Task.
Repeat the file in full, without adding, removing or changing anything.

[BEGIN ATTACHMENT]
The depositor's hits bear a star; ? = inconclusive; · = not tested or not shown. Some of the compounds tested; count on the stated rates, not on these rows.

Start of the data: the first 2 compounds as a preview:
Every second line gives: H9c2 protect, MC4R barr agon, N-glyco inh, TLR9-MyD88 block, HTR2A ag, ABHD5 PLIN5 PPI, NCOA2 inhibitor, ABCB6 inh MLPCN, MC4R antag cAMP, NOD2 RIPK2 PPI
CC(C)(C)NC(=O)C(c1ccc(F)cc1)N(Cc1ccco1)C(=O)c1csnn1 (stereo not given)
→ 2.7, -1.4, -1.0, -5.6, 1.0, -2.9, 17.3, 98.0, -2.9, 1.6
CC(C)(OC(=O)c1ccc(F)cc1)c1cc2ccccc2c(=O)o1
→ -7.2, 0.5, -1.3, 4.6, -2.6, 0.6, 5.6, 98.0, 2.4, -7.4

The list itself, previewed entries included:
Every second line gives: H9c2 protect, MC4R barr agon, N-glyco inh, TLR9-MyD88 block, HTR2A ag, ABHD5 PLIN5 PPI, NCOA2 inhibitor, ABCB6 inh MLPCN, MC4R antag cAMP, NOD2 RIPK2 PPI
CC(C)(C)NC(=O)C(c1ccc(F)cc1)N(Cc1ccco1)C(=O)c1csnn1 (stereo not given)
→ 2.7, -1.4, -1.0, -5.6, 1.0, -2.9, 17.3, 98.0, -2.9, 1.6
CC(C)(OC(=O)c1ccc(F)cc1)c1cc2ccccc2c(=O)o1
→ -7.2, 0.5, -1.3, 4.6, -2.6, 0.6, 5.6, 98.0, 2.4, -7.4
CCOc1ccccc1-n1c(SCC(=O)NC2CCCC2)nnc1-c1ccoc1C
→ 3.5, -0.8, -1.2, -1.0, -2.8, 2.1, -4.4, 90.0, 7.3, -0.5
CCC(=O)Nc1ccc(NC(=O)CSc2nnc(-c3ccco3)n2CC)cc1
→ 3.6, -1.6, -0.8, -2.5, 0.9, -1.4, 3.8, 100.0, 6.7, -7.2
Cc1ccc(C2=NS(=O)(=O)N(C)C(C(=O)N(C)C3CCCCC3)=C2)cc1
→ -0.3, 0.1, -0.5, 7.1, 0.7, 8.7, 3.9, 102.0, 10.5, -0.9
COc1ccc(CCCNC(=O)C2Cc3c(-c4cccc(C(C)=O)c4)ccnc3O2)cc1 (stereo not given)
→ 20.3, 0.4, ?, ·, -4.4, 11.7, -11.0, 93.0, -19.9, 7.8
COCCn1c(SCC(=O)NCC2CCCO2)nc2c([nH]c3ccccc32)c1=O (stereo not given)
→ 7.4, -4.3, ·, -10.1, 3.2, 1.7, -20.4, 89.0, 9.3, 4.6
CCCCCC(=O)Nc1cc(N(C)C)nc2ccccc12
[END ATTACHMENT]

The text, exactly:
The depositor's hits bear a star; ? = inconclusive; · = not tested or not shown. Some of the compounds tested; count on the stated rates, not on these rows.

Start of the data: the first 2 compounds as a preview:
Every second line gives: H9c2 protect, MC4R barr agon, N-glyco inh, TLR9-MyD88 block, HTR2A ag, ABHD5 PLIN5 PPI, NCOA2 inhibitor, ABCB6 inh MLPCN, MC4R antag cAMP, NOD2 RIPK2 PPI
CC(C)(C)NC(=O)C(c1ccc(F)cc1)N(Cc1ccco1)C(=O)c1csnn1 (stereo not given)
→ 2.7, -1.4, -1.0, -5.6, 1.0, -2.9, 17.3, 98.0, -2.9, 1.6
CC(C)(OC(=O)c1ccc(F)cc1)c1cc2ccccc2c(=O)o1
→ -7.2, 0.5, -1.3, 4.6, -2.6, 0.6, 5.6, 98.0, 2.4, -7.4

The list itself, previewed entries included:
Every second line gives: H9c2 protect, MC4R barr agon, N-glyco inh, TLR9-MyD88 block, HTR2A ag, ABHD5 PLIN5 PPI, NCOA2 inhibitor, ABCB6 inh MLPCN, MC4R antag cAMP, NOD2 RIPK2 PPI
CC(C)(C)NC(=O)C(c1ccc(F)cc1)N(Cc1ccco1)C(=O)c1csnn1 (stereo not given)
→ 2.7, -1.4, -1.0, -5.6, 1.0, -2.9, 17.3, 98.0, -2.9, 1.6
CC(C)(OC(=O)c1ccc(F)cc1)c1cc2ccccc2c(=O)o1
→ -7.2, 0.5, -1.3, 4.6, -2.6, 0.6, 5.6, 98.0, 2.4, -7.4
CCOc1ccccc1-n1c(SCC(=O)NC2CCCC2)nnc1-c1ccoc1C
→ 3.5, -0.8, -1.2, -1.0, -2.8, 2.1, -4.4, 90.0, 7.3, -0.5
CCC(=O)Nc1ccc(NC(=O)CSc2nnc(-c3ccco3)n2CC)cc1
→ 3.6, -1.6, -0.8, -2.5, 0.9, -1.4, 3.8, 100.0, 6.7, -7.2
Cc1ccc(C2=NS(=O)(=O)N(C)C(C(=O)N(C)C3CCCCC3)=C2)cc1
→ -0.3, 0.1, -0.5, 7.1, 0.7, 8.7, 3.9, 102.0, 10.5, -0.9
COc1ccc(CCCNC(=O)C2Cc3c(-c4cccc(C(C)=O)c4)ccnc3O2)cc1 (stereo not given)
→ 20.3, 0.4, ?, ·, -4.4, 11.7, -11.0, 93.0, -19.9, 7.8
COCCn1c(SCC(=O)NCC2CCCO2)nc2c([nH]c3ccccc32)c1=O (stereo not given)
→ 7.4, -4.3, ·, -10.1, 3.2, 1.7, -20.4, 89.0, 9.3, 4.6
CCCCCC(=O)Nc1cc(N(C)C)nc2ccccc12